DR. BRIAN'S BLOG

Hospitals helping patients recover faster from surgery

Chewing gum following surgery helps patients get out of hospital sooner. Seriously.

Meet the paramedic with a side hustle as the town mortician

In his hybrid working world, Matthew Sias has found himself acting as paramedic and mortician on the same day with the same person.

Laughing over spilled Jell-O: a radical prescription for loneliness in seniors

Why a 92-year-old woman now sees her roomate, 23, as a daughter.
DR. BRIAN'S BLOG

Mandatory added sugar labelling may benefit health

A study suggested that mandatory added sugar labelling for packaged foods may improve health and save lives.

Are mandatory vaccination orders the best way to fight measles outbreaks?

New York City Mayor Bill de Blasio issued a mandatory vaccination policy in parts of Brooklyn this week, after nearly 300 measles infections were confirmed last fall. New York Times reporter Donald G. McNeil Jr says enforcing such an order will prove challenging.

Measles is making a comeback. So how did we get here?

In a bonus podcast you can stream here, the New York Times science reporter Donald G. McNeil talks to Dr. Brian Goldman about the newly-declared public health emergency in New York City, prompted by the measles outbreak in an Ultra-Orthodox Jewish community. And he sheds light on the resurgence of the disease around the world.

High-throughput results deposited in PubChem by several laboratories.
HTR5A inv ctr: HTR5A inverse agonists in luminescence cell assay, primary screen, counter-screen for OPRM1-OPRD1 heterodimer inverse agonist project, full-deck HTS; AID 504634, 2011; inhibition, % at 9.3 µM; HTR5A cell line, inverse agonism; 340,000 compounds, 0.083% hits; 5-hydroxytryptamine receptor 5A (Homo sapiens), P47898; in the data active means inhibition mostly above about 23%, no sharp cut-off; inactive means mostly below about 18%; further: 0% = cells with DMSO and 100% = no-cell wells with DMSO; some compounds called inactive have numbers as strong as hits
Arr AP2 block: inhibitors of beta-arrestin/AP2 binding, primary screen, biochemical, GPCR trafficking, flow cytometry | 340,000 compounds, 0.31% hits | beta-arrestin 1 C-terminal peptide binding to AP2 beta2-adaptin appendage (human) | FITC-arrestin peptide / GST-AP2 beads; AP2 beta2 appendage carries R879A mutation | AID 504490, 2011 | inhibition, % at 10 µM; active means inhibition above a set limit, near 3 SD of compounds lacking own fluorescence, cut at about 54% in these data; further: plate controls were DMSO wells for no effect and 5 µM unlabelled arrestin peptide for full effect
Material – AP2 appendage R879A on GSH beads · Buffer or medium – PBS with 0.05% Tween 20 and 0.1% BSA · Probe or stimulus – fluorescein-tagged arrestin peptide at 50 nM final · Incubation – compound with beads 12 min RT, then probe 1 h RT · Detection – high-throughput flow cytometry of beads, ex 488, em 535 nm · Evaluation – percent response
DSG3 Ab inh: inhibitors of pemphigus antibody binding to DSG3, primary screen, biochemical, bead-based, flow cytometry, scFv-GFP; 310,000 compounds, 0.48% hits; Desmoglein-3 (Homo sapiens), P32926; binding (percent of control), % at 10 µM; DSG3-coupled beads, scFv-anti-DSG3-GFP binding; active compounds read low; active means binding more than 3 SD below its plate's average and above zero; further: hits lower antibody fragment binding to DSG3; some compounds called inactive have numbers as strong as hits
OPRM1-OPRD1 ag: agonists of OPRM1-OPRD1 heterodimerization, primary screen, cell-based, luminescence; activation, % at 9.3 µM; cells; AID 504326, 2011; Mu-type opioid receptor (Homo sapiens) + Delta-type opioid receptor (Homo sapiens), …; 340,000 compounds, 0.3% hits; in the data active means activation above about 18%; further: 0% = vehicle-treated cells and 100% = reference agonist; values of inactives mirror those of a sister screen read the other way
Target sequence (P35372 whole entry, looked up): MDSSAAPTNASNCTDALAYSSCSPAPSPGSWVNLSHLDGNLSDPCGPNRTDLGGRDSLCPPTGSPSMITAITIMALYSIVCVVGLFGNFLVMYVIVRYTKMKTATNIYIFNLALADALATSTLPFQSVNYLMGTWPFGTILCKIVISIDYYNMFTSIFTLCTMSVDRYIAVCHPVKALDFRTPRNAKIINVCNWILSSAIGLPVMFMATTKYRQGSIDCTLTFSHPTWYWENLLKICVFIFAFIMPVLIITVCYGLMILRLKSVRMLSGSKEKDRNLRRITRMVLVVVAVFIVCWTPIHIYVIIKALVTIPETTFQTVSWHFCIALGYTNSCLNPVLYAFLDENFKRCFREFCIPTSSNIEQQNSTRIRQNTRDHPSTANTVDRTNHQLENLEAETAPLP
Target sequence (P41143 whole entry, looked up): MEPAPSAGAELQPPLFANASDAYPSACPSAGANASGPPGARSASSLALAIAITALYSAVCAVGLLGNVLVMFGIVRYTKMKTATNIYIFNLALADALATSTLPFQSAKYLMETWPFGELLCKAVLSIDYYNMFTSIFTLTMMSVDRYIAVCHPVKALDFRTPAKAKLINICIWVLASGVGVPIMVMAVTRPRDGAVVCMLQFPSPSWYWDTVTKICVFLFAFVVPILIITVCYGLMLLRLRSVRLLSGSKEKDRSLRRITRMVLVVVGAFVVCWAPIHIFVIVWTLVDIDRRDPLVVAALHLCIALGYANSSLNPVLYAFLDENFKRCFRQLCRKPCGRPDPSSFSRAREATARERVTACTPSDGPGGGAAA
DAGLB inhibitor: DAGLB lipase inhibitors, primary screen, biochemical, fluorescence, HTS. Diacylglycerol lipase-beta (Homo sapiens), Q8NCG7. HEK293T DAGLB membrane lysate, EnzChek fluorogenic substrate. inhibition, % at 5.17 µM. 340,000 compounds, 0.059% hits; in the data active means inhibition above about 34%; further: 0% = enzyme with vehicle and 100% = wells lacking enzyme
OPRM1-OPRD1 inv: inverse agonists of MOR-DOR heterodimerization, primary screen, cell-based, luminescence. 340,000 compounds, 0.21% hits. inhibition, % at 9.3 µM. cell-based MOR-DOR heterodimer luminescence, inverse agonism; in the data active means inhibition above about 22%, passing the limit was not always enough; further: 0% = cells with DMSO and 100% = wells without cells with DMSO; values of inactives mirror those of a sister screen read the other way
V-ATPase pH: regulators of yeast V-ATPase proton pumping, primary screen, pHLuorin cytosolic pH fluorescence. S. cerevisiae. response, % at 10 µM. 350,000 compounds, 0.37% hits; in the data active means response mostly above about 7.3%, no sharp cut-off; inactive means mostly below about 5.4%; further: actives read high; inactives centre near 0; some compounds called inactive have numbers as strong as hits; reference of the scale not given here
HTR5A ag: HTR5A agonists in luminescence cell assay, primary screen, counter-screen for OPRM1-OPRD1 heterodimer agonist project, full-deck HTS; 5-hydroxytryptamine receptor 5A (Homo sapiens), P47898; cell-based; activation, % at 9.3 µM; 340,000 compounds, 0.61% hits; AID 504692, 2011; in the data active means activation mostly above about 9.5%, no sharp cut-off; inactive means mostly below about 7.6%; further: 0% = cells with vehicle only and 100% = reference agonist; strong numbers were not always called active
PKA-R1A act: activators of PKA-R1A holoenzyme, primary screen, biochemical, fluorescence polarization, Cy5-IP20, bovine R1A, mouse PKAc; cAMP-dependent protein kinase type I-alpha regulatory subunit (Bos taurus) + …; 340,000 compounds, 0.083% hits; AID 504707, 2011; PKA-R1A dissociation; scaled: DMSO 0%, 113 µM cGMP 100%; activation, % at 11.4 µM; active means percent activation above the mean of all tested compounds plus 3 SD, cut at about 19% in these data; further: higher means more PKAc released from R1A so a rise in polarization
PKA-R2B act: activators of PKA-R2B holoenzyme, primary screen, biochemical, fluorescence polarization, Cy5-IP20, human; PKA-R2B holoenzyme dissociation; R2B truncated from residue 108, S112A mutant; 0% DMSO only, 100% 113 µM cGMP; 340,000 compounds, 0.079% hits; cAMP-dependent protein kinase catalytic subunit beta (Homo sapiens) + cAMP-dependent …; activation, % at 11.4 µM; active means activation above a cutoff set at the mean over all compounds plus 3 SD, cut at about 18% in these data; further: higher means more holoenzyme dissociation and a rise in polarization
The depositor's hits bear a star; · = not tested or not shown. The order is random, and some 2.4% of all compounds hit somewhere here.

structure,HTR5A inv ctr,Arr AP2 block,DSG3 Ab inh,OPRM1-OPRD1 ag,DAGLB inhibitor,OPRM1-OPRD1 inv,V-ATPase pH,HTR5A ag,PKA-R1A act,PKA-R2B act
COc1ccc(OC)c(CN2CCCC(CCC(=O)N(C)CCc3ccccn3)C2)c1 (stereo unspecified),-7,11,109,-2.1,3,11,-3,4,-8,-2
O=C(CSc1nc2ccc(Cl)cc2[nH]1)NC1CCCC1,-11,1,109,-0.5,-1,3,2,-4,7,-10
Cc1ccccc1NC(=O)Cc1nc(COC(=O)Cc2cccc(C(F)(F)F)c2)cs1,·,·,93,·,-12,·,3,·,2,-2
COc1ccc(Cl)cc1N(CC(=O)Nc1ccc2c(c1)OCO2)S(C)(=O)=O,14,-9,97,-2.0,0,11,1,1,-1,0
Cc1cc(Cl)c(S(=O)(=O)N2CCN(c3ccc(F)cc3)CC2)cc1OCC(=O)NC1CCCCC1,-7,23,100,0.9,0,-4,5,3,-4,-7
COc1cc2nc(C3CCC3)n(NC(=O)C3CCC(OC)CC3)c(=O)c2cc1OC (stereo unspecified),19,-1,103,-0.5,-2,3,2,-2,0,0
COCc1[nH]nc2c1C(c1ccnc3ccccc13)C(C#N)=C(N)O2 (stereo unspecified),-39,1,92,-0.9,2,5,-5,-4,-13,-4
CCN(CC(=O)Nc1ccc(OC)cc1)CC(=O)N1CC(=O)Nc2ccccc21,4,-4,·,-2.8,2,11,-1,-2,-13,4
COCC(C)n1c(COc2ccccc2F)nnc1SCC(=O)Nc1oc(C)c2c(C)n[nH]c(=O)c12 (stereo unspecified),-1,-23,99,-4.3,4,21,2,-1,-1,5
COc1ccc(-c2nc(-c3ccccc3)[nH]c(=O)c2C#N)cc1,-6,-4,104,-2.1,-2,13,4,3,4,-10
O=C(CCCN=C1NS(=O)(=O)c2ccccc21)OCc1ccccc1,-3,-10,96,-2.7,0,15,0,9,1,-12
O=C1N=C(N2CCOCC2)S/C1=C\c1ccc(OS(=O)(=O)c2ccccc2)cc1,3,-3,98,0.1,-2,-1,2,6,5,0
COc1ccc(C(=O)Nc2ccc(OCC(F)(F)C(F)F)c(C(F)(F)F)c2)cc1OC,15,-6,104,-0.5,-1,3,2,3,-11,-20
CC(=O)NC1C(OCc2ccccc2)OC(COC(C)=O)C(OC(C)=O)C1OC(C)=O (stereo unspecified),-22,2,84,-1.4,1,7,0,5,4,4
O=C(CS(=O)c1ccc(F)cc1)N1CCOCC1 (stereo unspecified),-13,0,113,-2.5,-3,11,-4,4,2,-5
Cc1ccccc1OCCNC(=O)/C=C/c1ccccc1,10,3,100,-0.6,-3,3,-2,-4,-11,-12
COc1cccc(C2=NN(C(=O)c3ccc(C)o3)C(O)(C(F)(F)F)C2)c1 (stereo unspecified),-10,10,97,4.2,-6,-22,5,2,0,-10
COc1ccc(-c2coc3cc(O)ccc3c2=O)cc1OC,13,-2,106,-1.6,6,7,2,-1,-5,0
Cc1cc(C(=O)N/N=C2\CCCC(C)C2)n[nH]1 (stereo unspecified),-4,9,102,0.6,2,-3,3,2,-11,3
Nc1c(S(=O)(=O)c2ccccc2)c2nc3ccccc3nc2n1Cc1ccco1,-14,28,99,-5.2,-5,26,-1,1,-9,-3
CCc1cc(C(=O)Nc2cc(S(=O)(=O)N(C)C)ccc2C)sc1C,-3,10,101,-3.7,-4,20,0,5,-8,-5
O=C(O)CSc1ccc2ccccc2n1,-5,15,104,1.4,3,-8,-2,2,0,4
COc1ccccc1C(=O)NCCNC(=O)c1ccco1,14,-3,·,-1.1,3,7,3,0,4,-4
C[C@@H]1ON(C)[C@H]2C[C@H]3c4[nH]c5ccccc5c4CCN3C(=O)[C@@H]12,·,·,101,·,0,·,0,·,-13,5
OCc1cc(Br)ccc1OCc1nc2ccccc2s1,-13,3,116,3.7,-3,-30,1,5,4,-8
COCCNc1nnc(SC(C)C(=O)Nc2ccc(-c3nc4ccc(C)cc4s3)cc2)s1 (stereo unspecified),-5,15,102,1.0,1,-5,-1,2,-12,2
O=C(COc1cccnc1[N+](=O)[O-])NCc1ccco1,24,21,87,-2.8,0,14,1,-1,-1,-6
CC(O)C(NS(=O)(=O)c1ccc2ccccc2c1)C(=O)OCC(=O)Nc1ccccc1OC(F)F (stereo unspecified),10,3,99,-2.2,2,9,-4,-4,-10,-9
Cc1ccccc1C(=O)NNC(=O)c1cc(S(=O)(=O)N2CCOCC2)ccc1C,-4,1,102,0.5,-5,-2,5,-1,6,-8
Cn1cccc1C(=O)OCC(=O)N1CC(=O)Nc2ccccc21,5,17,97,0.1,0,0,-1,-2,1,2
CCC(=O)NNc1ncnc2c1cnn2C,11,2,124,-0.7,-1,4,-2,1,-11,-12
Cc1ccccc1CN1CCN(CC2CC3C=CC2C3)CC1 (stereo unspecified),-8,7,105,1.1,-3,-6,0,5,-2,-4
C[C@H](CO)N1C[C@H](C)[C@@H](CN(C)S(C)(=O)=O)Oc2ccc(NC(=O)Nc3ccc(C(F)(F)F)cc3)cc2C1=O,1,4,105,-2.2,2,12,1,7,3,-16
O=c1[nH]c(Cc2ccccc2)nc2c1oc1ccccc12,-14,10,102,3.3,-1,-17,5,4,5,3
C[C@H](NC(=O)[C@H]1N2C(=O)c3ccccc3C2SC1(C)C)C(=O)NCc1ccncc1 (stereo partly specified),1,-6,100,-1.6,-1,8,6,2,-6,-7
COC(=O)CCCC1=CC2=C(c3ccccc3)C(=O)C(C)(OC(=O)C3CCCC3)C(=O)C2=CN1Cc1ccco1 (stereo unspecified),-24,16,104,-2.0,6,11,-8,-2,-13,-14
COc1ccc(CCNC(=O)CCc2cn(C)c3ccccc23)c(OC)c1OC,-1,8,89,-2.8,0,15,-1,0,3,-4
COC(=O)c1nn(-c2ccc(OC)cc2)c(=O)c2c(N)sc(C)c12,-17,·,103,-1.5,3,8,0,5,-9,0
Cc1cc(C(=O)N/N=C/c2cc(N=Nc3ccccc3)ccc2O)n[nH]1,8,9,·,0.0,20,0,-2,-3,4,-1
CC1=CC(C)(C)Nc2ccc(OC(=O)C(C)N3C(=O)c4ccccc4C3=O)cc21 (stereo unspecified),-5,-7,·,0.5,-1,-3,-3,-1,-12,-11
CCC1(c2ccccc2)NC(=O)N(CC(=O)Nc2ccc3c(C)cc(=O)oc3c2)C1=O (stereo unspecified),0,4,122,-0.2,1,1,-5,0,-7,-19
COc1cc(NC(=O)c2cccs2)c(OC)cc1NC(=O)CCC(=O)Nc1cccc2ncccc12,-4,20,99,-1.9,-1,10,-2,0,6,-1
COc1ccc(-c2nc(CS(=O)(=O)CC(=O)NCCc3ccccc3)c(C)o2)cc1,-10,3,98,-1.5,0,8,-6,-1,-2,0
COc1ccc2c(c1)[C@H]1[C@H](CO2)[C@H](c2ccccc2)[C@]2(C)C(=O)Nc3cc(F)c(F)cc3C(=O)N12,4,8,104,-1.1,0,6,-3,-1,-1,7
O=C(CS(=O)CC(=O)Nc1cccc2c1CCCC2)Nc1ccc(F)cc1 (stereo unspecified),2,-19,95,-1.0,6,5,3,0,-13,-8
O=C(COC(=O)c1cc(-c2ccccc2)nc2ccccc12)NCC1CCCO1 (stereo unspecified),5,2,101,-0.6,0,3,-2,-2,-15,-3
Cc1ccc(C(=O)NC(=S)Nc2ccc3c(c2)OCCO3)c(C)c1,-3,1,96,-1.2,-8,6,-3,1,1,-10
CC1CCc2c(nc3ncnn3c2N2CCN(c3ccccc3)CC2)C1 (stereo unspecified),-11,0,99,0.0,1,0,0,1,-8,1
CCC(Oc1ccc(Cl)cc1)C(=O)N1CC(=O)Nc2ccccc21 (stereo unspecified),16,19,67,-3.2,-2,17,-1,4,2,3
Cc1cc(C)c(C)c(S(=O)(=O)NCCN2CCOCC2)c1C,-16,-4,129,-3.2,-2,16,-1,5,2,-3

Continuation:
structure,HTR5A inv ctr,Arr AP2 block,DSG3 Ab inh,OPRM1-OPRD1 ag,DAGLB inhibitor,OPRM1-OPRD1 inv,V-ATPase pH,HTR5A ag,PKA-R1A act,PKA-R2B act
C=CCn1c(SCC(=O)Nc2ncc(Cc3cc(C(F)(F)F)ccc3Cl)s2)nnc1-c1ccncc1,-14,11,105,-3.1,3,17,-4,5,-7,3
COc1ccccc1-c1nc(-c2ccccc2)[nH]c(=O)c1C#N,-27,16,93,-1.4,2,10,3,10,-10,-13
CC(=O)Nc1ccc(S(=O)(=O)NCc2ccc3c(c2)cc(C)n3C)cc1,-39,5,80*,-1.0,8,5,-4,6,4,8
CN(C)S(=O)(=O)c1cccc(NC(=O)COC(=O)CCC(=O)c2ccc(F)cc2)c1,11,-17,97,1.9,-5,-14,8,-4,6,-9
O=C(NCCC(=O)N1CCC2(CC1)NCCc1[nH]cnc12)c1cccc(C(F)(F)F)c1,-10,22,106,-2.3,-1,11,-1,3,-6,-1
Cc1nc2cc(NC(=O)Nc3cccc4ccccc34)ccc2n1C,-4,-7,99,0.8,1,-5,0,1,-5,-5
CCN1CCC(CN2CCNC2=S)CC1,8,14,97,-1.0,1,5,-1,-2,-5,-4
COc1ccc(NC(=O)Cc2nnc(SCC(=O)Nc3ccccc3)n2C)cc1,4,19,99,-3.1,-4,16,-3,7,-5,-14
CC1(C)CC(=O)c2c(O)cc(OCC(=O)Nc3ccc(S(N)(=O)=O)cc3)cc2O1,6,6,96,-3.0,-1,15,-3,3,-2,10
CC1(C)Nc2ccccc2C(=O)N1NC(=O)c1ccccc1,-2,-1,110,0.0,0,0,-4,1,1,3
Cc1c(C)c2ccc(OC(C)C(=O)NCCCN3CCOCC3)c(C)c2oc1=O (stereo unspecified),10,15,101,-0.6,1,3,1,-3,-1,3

DR. GOLDMAN'S BLOG

Early detection could avert the dangers of sepsis

When it comes to diagnosing life-threatening sepsis, minutes count. A new way to help doctors clue in to the deadly diagnosis could save lives.

'I didn't think I could have a baby': Toronto pregnancy clinic supports women with disabilities

Christine Lumilan, a mother with cerebral palsy, and Dr. Anne Berndl are breaking down barriers — medical and physical — to motherhood for disabled women. But they’re also challenging a culture which has been slow to accept the idea that disabled women can be mothers.
DR. GOLDMAN'S BLOG

Night time urination could mean your blood pressure's up

If you've been getting up to pee at night a bit more often lately, you might want to see your GP.

'You're weird, you're different and nobody wants to be your friend': the loneliness of FASD

White Coat, Black Art speaks with parents, educators and advocates who say fetal alcohol spectrum disorder, or FASD, gets less respect and fewer resources than almost any other developmental disability.
DR. GOLDMAN'S BLOG

The downside of 'one issue per visit' medicine

The policy of "one issue per visit" is impractical and could be putting some patients at risk.

Why a mom with cervical cancer needs women — and their doctors — to hear her story

Karla Van Kessel's doctor failed to recognize she had symptoms of cervical cancer and misread her Pap smear results, causing a dangerous delay in her diagnosis. She says women need to demand better screening tests and keep tabs on their medical records to avoid the same fate.

Laughing over spilled Jell-O: a radical prescription for loneliness in seniors

Why a 92-year-old woman now sees her roomate, 23, as a daughter.